What measures can I take to protect myself and those around me from the virus?
- Regularly and thoroughly clean your hands with an alcohol-based hand rub or wash them with soap and warm water.
- Maintain at least 1 metre between yourself and anyone who is coughing or sneezing.
- Avoid touching eyes, nose and mouth
- Make sure you, and the people around you, follow good respiratory hygiene. This means covering your mouth and nose with your bent elbow or tissue when you cough or sneeze. Then dispose of the used tissue immediately.
- Stay home if you feel unwell. If you have a fever, cough and difficulty breathing, seek medical attention and call in advance. Follow the directions of your local health authority.
- Keep up to date on the latest COVID-19 hotspots (cities or local areas where COVID-19 is spreading widely). If possible, avoid traveling to places with known outbreaks of COVID-19.
What should I do if I suspect that I have caught COVID-19?
If you suspect that you have caught COVID-19 you should contact a medical professional and follow their advice. If you are fit to do so, call your Manager and let them know you will not be attending the workplace. As is usual practice, if you are showing signs of illness, please do not work in the office. If you feel well enough to work, please do so from home.
What should I do if I am confirmed by a medical professional to have contracted COVID-19?
If you have been diagnosed by a medical professional with COVID-19, first and foremost you must seek necessary treatment. Contact your Manager by phone or email and let them know of your diagnosis, this is imperative to assist in the prevention of further spreading of the virus throughout the office.
Master Builders risk management
We are committed to staying open for as long as it is safe to do so. this is a commitment agreed to by the MBT team so that we can continue to be here for our members through this difficult time.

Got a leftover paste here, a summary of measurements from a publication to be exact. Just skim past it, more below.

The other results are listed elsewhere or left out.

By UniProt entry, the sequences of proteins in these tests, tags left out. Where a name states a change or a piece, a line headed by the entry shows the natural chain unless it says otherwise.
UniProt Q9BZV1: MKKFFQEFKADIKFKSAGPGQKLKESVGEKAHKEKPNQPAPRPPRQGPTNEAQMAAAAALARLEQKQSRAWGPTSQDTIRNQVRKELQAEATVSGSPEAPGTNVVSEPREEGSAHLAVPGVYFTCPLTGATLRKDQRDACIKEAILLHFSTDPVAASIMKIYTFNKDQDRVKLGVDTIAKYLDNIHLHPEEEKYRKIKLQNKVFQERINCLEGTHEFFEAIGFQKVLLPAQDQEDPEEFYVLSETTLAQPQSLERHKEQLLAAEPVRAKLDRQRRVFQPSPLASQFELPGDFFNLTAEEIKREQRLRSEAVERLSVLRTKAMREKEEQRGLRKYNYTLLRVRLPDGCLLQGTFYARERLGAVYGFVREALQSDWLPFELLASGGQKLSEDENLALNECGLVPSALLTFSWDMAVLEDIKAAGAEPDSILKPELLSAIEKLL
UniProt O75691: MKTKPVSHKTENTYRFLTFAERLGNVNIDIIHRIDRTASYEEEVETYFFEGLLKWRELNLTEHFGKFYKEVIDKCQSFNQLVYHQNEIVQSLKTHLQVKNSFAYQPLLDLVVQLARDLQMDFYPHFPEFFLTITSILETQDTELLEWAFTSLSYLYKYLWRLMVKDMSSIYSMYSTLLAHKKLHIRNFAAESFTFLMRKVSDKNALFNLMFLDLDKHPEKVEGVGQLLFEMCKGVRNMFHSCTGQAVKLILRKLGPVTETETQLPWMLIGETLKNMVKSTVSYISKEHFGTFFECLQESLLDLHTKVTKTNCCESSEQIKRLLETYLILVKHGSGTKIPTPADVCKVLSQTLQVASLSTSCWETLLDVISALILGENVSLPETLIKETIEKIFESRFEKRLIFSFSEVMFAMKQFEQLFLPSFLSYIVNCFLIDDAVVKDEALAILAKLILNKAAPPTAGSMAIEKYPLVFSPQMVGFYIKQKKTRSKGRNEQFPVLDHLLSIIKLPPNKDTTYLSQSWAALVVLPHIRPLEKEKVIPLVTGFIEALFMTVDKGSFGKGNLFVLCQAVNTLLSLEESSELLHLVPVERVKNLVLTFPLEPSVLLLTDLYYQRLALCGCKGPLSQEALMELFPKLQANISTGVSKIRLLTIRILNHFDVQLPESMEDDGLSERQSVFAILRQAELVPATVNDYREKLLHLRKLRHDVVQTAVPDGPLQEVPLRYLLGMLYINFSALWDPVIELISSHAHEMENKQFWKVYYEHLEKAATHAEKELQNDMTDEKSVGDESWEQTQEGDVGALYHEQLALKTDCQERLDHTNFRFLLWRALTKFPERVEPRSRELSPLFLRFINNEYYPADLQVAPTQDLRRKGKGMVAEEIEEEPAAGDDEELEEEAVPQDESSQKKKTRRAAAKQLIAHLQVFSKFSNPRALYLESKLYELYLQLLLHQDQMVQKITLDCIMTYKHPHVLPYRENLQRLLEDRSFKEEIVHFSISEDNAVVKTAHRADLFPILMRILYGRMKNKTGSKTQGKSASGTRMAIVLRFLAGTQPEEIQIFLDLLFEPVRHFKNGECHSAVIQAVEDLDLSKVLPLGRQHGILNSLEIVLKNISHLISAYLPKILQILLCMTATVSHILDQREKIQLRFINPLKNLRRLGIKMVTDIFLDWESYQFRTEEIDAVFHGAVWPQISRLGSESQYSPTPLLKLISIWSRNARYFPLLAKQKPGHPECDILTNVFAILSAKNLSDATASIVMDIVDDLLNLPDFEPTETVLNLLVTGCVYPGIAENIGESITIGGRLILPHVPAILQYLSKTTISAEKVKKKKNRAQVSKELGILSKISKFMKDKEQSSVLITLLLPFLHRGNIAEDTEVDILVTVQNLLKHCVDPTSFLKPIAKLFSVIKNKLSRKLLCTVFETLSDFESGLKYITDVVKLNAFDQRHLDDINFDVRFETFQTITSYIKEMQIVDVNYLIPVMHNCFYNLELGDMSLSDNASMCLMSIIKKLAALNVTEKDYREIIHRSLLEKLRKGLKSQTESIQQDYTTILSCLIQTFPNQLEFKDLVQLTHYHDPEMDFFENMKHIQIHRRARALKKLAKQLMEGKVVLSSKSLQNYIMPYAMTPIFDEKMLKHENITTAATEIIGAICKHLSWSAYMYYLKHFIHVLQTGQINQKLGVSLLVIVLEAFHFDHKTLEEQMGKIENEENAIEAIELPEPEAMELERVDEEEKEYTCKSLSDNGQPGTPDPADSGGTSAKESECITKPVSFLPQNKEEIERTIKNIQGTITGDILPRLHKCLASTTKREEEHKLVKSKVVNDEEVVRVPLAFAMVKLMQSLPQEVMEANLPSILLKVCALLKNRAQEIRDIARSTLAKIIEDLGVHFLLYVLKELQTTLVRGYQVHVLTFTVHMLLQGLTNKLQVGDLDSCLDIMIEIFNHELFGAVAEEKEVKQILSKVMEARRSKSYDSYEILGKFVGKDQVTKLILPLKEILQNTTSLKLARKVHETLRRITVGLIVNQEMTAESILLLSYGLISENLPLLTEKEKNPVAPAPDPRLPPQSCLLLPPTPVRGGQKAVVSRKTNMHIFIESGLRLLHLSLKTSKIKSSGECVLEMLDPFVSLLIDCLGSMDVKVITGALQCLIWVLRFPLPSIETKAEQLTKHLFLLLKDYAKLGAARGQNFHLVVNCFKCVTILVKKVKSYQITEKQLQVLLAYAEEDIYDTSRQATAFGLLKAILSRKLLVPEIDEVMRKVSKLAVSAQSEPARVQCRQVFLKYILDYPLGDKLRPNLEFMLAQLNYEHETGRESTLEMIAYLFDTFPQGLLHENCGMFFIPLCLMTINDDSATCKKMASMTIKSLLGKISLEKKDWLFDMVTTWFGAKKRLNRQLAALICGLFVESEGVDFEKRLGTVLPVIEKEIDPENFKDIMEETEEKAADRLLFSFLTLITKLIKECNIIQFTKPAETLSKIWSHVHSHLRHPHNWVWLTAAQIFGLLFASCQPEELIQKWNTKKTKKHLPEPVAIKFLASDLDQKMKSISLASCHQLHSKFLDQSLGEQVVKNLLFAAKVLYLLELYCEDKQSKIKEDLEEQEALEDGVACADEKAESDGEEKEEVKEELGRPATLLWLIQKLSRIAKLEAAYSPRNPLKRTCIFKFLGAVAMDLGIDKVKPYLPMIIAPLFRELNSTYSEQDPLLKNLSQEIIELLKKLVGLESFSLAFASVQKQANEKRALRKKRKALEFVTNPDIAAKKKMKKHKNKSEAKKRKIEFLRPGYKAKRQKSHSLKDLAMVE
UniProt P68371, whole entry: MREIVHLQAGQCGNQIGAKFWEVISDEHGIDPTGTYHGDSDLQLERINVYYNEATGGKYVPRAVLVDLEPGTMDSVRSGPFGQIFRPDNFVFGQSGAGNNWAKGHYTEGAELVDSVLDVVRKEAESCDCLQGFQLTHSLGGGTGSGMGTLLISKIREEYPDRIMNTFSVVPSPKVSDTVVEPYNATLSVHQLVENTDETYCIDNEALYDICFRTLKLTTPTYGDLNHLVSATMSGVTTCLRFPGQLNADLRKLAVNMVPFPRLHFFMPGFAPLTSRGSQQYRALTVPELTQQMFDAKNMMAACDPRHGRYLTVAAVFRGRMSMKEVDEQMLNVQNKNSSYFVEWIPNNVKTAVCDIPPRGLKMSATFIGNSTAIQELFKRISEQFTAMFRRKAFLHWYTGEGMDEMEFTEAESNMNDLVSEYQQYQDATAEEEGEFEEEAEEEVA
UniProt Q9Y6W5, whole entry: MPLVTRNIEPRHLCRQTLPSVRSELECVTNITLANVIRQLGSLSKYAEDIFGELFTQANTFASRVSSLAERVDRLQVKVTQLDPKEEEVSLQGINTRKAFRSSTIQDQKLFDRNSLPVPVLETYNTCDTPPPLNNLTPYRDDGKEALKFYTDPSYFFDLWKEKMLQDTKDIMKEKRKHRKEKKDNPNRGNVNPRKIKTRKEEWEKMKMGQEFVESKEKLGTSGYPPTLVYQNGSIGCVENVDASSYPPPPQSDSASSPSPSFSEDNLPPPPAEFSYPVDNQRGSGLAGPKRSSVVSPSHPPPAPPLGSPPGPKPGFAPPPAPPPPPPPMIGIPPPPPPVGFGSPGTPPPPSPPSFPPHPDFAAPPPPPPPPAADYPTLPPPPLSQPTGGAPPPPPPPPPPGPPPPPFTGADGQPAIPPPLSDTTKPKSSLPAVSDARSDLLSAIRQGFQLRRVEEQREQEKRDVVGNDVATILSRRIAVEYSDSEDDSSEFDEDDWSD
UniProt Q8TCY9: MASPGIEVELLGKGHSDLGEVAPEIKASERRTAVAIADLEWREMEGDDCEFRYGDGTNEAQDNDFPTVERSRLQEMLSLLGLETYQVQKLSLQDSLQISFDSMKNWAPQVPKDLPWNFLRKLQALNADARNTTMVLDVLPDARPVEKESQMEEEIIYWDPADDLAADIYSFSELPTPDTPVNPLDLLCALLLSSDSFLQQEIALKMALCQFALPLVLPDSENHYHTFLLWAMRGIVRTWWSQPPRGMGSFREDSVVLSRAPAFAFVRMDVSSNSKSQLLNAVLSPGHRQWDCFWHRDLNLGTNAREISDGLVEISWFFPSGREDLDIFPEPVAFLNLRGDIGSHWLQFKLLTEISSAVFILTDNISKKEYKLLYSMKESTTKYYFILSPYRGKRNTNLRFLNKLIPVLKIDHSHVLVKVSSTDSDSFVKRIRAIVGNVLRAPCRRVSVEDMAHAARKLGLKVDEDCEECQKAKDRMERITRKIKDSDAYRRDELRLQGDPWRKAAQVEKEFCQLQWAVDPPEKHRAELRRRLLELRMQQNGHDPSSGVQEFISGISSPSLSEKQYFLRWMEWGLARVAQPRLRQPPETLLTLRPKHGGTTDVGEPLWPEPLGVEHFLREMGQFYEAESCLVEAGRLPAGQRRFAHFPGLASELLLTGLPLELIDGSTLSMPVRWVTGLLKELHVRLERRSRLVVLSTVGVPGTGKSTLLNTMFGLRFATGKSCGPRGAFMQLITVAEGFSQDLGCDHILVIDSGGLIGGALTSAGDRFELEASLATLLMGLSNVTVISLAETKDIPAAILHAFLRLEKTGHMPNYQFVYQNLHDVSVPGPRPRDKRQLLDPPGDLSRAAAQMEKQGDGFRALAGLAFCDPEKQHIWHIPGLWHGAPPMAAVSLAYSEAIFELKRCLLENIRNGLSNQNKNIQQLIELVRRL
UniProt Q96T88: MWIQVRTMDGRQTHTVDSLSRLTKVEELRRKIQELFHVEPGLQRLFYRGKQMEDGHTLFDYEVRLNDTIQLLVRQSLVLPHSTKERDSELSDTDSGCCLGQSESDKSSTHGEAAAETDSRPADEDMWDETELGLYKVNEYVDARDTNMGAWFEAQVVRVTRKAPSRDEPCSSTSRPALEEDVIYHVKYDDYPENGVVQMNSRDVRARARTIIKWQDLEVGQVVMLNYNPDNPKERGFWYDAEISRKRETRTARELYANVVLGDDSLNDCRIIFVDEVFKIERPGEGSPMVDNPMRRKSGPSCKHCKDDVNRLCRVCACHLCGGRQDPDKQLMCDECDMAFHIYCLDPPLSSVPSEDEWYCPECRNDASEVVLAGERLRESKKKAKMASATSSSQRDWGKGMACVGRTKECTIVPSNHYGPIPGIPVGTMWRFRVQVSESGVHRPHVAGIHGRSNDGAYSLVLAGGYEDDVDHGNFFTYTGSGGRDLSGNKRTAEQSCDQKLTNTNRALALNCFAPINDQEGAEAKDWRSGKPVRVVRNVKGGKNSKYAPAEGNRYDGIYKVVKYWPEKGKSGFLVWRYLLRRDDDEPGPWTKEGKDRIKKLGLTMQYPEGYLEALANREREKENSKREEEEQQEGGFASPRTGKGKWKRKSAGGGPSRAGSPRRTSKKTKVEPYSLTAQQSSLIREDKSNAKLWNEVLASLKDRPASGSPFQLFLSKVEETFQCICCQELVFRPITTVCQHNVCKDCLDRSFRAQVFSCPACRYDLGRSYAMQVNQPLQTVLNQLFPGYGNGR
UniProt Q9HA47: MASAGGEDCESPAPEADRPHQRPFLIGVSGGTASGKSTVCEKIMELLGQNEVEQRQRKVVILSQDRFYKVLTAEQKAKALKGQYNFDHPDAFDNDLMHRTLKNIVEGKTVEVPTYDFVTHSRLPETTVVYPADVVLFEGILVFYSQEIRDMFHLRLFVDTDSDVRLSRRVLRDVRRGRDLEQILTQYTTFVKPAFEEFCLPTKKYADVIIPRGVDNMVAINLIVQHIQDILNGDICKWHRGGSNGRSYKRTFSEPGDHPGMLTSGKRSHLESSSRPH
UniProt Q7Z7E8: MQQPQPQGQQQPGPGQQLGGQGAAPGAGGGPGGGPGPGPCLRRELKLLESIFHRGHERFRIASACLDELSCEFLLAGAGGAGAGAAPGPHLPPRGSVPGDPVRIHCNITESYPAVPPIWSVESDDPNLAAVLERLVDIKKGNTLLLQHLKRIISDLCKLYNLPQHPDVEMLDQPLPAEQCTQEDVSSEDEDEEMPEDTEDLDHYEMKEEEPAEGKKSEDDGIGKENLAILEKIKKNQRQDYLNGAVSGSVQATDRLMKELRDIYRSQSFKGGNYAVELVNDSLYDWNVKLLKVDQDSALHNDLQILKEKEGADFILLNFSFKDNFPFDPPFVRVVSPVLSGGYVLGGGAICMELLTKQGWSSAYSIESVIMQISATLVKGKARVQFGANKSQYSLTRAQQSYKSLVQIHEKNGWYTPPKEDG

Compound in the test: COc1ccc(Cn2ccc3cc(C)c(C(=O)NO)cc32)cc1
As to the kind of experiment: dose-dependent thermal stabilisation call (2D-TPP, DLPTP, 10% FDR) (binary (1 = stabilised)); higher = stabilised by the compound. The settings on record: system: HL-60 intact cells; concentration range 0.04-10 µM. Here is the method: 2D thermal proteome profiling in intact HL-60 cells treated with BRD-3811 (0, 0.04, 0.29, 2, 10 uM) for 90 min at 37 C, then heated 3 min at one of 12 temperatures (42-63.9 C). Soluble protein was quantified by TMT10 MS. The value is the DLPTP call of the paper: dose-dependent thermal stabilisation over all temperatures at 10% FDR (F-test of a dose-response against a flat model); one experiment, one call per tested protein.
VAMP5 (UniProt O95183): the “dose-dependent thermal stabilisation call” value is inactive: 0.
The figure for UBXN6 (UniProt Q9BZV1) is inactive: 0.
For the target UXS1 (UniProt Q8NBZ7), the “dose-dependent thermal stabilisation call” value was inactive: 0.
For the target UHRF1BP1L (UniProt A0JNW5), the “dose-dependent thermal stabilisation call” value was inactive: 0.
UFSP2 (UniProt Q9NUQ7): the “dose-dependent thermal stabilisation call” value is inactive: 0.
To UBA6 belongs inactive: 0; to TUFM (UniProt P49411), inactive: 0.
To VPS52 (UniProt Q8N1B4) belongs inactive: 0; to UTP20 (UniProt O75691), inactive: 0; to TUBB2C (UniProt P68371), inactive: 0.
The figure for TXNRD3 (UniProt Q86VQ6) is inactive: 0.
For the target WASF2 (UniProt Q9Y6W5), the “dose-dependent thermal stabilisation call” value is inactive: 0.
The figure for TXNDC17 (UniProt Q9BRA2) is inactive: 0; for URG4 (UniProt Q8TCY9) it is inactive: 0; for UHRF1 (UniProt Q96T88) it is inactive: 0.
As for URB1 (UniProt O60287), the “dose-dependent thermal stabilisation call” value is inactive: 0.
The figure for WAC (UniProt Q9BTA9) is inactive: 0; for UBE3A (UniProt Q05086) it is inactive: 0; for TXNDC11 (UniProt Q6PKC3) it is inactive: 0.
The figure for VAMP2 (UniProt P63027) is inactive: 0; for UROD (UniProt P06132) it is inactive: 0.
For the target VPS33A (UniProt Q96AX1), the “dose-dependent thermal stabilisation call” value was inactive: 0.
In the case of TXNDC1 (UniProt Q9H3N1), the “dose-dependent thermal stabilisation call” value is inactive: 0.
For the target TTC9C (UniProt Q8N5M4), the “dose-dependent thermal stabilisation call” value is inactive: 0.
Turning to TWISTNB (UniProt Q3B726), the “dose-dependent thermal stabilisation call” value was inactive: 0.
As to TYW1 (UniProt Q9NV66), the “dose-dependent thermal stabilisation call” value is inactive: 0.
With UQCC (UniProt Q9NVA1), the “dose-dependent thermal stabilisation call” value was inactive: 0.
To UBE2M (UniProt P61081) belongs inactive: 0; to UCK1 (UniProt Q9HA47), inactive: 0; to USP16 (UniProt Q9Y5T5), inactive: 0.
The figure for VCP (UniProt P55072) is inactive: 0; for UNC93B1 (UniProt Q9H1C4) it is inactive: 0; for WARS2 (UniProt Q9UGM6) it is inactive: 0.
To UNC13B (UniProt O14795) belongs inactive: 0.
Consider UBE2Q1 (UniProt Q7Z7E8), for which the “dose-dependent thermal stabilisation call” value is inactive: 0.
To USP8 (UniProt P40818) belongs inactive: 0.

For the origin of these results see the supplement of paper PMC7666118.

How will the MBA respond if someone with a confirmed case of COVID-19 (coronavirus) has visited the office?
If we receive confirmation that any staff member, student or visitor to the office has a confirmed case of we will implement self isolation steps in line with the Public Health guidelines. in the case that staff members are exposued to an infected person they will be required to work from home if well enough to do so.
COVID-19 we will follow the procedure outlined by the Health Department. This will require:
- The impacted individual to be isolated for 14 days
- Anyone that has been in close contact with the individual to also be isolated for 14 days.
- If this occurs, we will communicate with impacted staff, students and visitors.
This may require the office, or a large part of our office, to be temporarily closed. We are making plans for this ahead of time.
What measures are the MBA taking to prevent the spread of COVID-19 (Coronavirus)?
Master Builders Tas will continue to provide staff, members, apprentices, host employers and clients regular and insightful updates on the COVID-19 situation as more information comes to light. Staff and members are encouraged to regularly use the hand sanitiser provided and sanitising wipes. We have implemented social distancing procedures in all MBT offices for staff and members to folloow.
Anyone visiting an MBT office is required to follow out hygiene and social distancing procedures in line with Public Health guidelines. We have placed reminders around the office of good hygiene protocols and encourage all patrons entering the MBA office to abide by these protocols.
Department of Health – for the latest information and advice about Coronavirus
Fair Work Ombudsman – for information about workplace entitlements and obligations
Safe Work Australia – for information and referrals about dealing with Coronavirus in the workplace
World Health Organisation – for information and guidance about the outbreak of Coronavirus
OzHelp – for specialised mental health advice and assistance